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Drop Cap Alignment Issue

Community Beginner ,
Jun 23, 2024 Jun 23, 2024

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I have seen answers to the question that I have, but they seem to not be my proble,.  My problem is a drop cap that does not display on the first line but below that. I have it set in paragraph styles to be three lines tall but it covers four lines and the first line of text is higher than the Drop Cap.  The solutions offered on this site are to make sure that the point type of the Drop cap is the same as the text in the rest of the paragraph (check) and also to make sure that the Character style in the Drop Cap setting for the paragraph style is set to "empty." Mine is set to "[None]" which I presume is the same as "empty." If not, I do not know how to change "[None]" to "empty."  Does anyone have any suggestions?  Thanks!!

 

Rick Reiman

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correct answers 1 Correct answer

Community Beginner , Jun 24, 2024 Jun 24, 2024

I checked it out with Adobe Digital Editions and it worked perfectly!  The problem was the Mac desktop ereader, "Books."   Thanks again-- I was at my with end.

Rick

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Community Beginner ,
Jun 23, 2024 Jun 23, 2024

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I would like to add one more explanation of my problem.  The problem I describe occurs when I export the epub to an ereader app.  The Drop Cap looks fine in InDesign but it does not export as an epub properly.  The Drop cap character is positioned beside but lower than the first line and although it is not very large, there are 4 lines indented even though I set it to be three lines indented. The Drop cap hovers between the first and the fourth line, inexplicably.

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Community Beginner ,
Jun 23, 2024 Jun 23, 2024

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...It is a reflowable epub that I am attempting to create, if that helps.

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Community Beginner ,
Jun 24, 2024 Jun 24, 2024

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Will anyone answer my question, please?  Thanks,


Rick

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Community Expert ,
Jun 24, 2024 Jun 24, 2024

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Sorry, this question went past me as I don't have any special expertise with drop caps in print and didn't realize the question was about EPUB export.

 

That it's a reflowable EPUB answers the first question. Second, though, is "What epub reader are you using to proof it?" EPUB readers are not all the same (far from it) and what one viewer shows might not be anything like what the next one does. I suggest Calibre as a good, fairly stndards-compliant reader for proofing. Does your DC appear correctly in it?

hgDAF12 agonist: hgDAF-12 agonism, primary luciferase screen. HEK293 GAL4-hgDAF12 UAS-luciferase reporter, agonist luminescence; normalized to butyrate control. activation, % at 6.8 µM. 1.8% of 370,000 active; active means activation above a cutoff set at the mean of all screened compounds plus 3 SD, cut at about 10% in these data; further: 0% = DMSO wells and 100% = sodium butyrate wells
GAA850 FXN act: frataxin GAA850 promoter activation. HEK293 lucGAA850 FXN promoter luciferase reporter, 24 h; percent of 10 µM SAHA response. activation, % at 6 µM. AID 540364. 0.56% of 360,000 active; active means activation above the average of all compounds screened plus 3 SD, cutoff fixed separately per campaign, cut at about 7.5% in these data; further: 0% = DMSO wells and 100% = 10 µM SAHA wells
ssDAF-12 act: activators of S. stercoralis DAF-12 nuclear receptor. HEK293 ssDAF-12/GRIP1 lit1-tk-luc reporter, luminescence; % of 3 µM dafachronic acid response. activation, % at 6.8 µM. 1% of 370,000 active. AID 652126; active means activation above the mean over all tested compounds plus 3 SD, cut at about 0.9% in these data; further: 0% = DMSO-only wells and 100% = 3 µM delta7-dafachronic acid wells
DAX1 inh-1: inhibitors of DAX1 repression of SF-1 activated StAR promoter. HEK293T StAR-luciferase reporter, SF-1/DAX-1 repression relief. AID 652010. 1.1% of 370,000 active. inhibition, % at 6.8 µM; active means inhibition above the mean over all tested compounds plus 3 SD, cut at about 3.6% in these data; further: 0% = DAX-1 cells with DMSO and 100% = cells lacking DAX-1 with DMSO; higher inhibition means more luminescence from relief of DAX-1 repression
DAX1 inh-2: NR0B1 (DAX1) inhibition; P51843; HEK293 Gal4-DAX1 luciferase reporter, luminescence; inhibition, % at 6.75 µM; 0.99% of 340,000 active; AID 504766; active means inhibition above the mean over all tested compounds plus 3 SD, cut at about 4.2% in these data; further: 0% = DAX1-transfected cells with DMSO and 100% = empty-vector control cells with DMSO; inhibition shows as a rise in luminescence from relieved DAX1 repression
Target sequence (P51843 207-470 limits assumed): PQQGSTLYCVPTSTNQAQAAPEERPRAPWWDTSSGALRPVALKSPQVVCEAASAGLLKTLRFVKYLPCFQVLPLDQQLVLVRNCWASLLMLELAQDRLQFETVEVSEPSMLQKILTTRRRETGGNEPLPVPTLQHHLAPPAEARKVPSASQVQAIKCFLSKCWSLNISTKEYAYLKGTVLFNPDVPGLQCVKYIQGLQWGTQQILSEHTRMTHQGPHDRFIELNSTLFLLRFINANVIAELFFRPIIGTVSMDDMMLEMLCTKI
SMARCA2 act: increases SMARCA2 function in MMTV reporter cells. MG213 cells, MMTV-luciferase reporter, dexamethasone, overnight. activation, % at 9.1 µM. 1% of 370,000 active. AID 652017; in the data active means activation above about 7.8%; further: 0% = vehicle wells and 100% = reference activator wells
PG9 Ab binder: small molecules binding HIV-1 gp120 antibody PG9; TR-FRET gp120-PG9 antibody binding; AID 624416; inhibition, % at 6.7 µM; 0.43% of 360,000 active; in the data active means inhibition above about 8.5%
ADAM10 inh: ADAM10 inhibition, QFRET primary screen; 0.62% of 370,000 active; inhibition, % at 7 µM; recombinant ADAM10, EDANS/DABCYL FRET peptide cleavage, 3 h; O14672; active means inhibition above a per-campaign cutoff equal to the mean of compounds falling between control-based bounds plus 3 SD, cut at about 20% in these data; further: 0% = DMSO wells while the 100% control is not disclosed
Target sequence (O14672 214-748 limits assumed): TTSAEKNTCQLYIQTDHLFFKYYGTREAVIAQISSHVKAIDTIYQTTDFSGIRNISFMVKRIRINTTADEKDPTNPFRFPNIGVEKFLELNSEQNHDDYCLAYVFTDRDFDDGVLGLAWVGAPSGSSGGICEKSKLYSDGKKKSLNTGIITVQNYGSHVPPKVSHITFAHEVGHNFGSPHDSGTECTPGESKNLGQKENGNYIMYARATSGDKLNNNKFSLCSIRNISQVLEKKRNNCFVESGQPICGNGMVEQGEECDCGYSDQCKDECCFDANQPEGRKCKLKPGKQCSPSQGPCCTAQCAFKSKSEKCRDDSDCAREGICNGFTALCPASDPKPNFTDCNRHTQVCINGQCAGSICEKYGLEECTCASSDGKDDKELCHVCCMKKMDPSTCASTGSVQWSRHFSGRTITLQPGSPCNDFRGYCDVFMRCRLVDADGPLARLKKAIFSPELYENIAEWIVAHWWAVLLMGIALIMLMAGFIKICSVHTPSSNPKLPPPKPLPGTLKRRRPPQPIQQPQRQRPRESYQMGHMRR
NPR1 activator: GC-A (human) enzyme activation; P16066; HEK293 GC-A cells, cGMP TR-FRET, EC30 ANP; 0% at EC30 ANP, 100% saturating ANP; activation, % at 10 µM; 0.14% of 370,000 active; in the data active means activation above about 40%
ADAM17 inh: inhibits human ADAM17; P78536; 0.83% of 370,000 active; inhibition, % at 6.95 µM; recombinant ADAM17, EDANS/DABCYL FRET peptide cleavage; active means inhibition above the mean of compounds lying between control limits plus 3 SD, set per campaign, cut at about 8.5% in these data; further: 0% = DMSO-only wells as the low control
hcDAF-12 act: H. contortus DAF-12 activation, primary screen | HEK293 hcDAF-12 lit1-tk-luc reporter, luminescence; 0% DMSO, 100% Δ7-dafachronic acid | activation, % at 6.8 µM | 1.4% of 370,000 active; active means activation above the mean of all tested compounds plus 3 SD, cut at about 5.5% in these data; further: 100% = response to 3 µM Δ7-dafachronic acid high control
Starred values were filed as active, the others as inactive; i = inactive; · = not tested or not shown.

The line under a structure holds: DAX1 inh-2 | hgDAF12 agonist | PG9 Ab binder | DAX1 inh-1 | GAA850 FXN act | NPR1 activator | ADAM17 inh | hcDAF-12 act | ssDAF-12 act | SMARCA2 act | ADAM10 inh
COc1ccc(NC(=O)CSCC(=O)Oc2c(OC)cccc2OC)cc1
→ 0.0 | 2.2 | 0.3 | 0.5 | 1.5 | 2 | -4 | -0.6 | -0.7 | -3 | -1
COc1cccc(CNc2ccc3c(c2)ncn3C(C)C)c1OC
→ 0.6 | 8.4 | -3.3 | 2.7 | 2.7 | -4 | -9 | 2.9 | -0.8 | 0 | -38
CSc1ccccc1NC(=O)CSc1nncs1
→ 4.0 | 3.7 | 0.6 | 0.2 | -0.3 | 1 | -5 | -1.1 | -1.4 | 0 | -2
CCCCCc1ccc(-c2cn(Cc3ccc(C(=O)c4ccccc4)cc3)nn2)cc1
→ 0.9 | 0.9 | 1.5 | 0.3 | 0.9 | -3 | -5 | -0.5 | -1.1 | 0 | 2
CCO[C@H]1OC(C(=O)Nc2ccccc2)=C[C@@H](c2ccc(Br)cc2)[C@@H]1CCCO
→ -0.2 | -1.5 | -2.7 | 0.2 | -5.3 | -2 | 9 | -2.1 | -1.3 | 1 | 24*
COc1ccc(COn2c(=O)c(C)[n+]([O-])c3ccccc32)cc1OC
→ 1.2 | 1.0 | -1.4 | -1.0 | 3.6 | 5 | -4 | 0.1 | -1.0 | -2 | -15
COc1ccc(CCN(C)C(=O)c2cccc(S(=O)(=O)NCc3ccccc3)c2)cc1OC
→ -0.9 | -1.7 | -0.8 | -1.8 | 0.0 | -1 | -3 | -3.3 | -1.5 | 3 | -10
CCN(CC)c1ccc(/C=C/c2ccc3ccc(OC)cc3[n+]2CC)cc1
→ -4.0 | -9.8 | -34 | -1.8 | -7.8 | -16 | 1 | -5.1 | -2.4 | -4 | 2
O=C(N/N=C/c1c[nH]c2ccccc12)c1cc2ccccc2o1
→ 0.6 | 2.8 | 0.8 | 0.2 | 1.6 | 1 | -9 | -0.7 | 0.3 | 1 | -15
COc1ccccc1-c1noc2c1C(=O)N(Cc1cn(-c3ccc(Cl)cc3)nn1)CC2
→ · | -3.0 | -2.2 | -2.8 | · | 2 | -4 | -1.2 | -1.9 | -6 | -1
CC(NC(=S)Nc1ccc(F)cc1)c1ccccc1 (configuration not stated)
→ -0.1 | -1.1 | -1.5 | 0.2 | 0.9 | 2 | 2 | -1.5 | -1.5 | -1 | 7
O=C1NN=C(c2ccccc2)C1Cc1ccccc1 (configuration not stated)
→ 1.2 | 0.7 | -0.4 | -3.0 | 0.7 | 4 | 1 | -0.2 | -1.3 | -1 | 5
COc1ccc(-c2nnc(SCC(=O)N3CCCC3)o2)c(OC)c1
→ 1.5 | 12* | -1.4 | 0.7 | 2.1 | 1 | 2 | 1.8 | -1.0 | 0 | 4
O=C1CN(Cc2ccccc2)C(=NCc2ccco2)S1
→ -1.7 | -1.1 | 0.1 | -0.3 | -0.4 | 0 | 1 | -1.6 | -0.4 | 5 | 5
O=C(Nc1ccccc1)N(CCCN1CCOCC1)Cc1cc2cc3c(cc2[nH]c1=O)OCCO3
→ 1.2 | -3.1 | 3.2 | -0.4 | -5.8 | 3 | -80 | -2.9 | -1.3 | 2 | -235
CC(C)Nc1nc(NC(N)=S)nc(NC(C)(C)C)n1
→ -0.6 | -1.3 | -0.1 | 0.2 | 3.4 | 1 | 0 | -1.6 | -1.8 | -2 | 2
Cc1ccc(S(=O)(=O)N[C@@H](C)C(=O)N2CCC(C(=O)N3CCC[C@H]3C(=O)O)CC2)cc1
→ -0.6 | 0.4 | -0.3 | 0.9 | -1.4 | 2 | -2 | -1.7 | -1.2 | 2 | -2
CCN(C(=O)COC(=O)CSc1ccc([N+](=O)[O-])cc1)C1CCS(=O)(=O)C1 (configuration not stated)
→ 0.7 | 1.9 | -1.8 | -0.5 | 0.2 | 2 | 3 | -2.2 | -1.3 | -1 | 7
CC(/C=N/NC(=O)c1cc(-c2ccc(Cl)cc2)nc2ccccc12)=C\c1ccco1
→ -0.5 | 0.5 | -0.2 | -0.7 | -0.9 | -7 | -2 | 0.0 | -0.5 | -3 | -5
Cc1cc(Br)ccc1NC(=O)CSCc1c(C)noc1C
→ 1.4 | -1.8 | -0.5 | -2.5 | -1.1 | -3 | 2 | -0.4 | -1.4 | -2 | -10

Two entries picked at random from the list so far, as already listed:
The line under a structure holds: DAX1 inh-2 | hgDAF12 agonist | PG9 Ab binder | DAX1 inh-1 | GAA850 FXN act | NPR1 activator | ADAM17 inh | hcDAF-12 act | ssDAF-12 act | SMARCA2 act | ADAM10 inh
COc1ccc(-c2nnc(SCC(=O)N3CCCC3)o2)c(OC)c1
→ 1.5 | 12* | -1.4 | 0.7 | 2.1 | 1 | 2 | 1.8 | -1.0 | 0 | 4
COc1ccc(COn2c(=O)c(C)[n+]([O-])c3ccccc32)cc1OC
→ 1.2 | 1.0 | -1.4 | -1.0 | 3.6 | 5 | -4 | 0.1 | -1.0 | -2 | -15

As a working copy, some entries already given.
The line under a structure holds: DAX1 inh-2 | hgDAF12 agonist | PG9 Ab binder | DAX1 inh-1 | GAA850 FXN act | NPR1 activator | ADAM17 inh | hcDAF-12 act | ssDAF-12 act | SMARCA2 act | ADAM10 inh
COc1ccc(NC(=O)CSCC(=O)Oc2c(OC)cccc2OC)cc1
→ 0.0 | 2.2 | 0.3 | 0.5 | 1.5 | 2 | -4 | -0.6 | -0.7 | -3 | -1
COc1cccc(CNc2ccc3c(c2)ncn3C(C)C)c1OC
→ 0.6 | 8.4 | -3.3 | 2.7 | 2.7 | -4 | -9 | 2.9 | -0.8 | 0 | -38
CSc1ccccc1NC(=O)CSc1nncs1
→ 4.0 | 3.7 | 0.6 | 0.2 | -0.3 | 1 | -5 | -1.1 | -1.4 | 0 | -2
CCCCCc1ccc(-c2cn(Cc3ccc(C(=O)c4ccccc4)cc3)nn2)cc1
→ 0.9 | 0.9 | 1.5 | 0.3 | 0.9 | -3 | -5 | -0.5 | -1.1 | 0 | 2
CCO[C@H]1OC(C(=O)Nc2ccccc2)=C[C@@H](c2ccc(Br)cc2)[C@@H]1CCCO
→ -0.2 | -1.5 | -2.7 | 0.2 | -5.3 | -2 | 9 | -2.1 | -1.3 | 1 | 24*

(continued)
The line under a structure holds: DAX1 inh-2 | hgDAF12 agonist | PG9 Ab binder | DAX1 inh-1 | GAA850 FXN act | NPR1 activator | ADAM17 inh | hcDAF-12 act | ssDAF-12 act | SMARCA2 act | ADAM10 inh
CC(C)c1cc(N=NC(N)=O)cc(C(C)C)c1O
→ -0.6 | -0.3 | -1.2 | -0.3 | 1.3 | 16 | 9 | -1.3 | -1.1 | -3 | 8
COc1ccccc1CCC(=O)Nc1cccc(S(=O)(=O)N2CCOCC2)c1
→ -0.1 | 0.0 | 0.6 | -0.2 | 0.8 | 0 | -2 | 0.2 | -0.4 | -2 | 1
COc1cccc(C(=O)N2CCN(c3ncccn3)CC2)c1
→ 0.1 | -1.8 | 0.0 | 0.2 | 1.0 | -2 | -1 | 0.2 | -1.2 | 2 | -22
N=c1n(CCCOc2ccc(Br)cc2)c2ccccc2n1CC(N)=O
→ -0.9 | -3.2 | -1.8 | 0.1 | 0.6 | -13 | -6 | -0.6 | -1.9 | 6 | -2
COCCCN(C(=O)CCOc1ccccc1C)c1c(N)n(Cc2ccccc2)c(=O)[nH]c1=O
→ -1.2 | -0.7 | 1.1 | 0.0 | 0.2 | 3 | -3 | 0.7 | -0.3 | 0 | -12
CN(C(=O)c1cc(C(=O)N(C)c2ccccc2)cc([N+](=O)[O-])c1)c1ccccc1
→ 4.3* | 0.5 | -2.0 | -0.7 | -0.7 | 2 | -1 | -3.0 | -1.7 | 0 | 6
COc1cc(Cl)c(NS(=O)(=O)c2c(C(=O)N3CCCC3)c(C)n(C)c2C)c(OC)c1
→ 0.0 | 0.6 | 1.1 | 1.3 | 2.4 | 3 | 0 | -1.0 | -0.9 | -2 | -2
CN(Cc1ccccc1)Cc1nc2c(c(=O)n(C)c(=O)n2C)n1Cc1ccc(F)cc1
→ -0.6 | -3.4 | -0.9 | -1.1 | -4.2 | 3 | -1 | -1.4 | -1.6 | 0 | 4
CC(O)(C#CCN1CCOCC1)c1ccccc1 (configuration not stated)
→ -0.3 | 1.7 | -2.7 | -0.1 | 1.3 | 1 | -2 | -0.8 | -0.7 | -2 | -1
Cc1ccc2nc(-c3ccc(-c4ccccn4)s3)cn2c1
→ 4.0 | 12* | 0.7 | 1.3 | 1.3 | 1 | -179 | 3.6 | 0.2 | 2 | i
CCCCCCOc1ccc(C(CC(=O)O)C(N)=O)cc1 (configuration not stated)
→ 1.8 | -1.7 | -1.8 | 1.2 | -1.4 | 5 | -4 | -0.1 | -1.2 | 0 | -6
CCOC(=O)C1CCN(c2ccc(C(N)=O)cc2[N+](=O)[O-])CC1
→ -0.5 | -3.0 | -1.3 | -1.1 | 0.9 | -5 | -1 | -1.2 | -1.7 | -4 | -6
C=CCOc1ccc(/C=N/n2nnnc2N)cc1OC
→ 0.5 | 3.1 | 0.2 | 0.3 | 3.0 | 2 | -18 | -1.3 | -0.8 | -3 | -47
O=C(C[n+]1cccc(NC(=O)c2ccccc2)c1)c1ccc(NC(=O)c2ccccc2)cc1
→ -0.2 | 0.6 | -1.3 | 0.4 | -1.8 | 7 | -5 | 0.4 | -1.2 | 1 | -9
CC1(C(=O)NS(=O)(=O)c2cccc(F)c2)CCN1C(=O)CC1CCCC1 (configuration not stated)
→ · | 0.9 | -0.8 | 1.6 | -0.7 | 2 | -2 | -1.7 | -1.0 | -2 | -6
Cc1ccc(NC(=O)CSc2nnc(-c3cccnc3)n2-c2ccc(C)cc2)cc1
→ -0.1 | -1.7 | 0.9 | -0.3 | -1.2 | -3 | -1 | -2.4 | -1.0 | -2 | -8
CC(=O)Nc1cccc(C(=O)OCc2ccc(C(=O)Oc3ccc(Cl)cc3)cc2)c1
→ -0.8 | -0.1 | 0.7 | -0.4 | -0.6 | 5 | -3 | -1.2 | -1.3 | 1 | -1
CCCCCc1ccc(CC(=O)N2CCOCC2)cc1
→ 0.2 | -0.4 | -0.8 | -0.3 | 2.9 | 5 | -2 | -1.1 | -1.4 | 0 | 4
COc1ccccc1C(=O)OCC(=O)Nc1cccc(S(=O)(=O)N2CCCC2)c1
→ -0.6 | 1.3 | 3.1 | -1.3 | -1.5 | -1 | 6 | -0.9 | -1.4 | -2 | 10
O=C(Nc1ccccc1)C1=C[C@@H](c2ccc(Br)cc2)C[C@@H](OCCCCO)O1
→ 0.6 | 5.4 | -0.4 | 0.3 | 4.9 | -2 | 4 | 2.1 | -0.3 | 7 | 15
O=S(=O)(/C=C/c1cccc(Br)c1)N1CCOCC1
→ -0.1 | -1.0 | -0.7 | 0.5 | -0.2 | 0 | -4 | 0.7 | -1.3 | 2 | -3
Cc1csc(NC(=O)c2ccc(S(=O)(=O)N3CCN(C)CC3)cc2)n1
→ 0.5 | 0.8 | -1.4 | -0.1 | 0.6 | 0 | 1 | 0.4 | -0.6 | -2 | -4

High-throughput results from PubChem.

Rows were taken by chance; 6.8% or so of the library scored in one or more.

Drop caps should be easy to define in InDesign and export. Here's one from a test file, with nothing fancy except the def in the paragraph style and an associated character style making it red (InDesign, Kindle Previewer, Calibre, in order) —

 

JamesGiffordNitroPress_0-1719262833388.png

JamesGiffordNitroPress_1-1719262863723.png

JamesGiffordNitroPress_2-1719262893241.png

 

You can also tweak drop caps using CSS style code on export. But ID does it well and with many options... as long as the reader supports the layout properly.

 


┋┊ InDesign to Kindle (& EPUB): A Professional Guide, v3.0 ┊ (Amazon) ┊┋

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Community Beginner ,
Jun 24, 2024 Jun 24, 2024

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That's very interesting! I did not know that about the readers. I was using "Book."  I will try ADE, and let you know how it goes. Thanks for your help!

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Community Beginner ,
Jun 24, 2024 Jun 24, 2024

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I checked it out with Adobe Digital Editions and it worked perfectly!  The problem was the Mac desktop ereader, "Books."   Thanks again-- I was at my with end.

Rick

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Community Beginner ,
Jun 24, 2024 Jun 24, 2024

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My "wit's end," I mean.

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Community Expert ,
Jun 25, 2024 Jun 25, 2024

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Typos happen. 🙂

 

Just to follow up, though — while common, Apple's reader is mostly-standard but has its quirks, one of which you've discovered. It does not make a good general EPUB proofing/checking reader. Those who want to list books for sale via Apple/iTunes are advised to use it and tweak their documents to correct the quirks for better display and reading, but that version then becomes specific to the Apple market.

 

As for ADE.... it may have worked for you on this point but it's a terrible document reader, a sort of half-finished "all in one" e-doc reader that Adobe released and has never finished, fully debugged or updated. Don't use it. For anything. If you're going to be creating EPUBs, you want either the Calibre reader (which is about 99% standards-compliant and the best "vanilla" reader at present), or Thorisum Reader, which is 100% standards-compliant but has a longstanding font-sizing bug. (I have been assured the developers are working on it.)

 

But... "anything but ADE." 🙂 And don't lose sight of the real issue here, that EPUB readers vary greatly in their presentation, and you rarely have any control over what reader any given user might choose. Yes, it's a problem.


┋┊ InDesign to Kindle (& EPUB): A Professional Guide, v3.0 ┊ (Amazon) ┊┋

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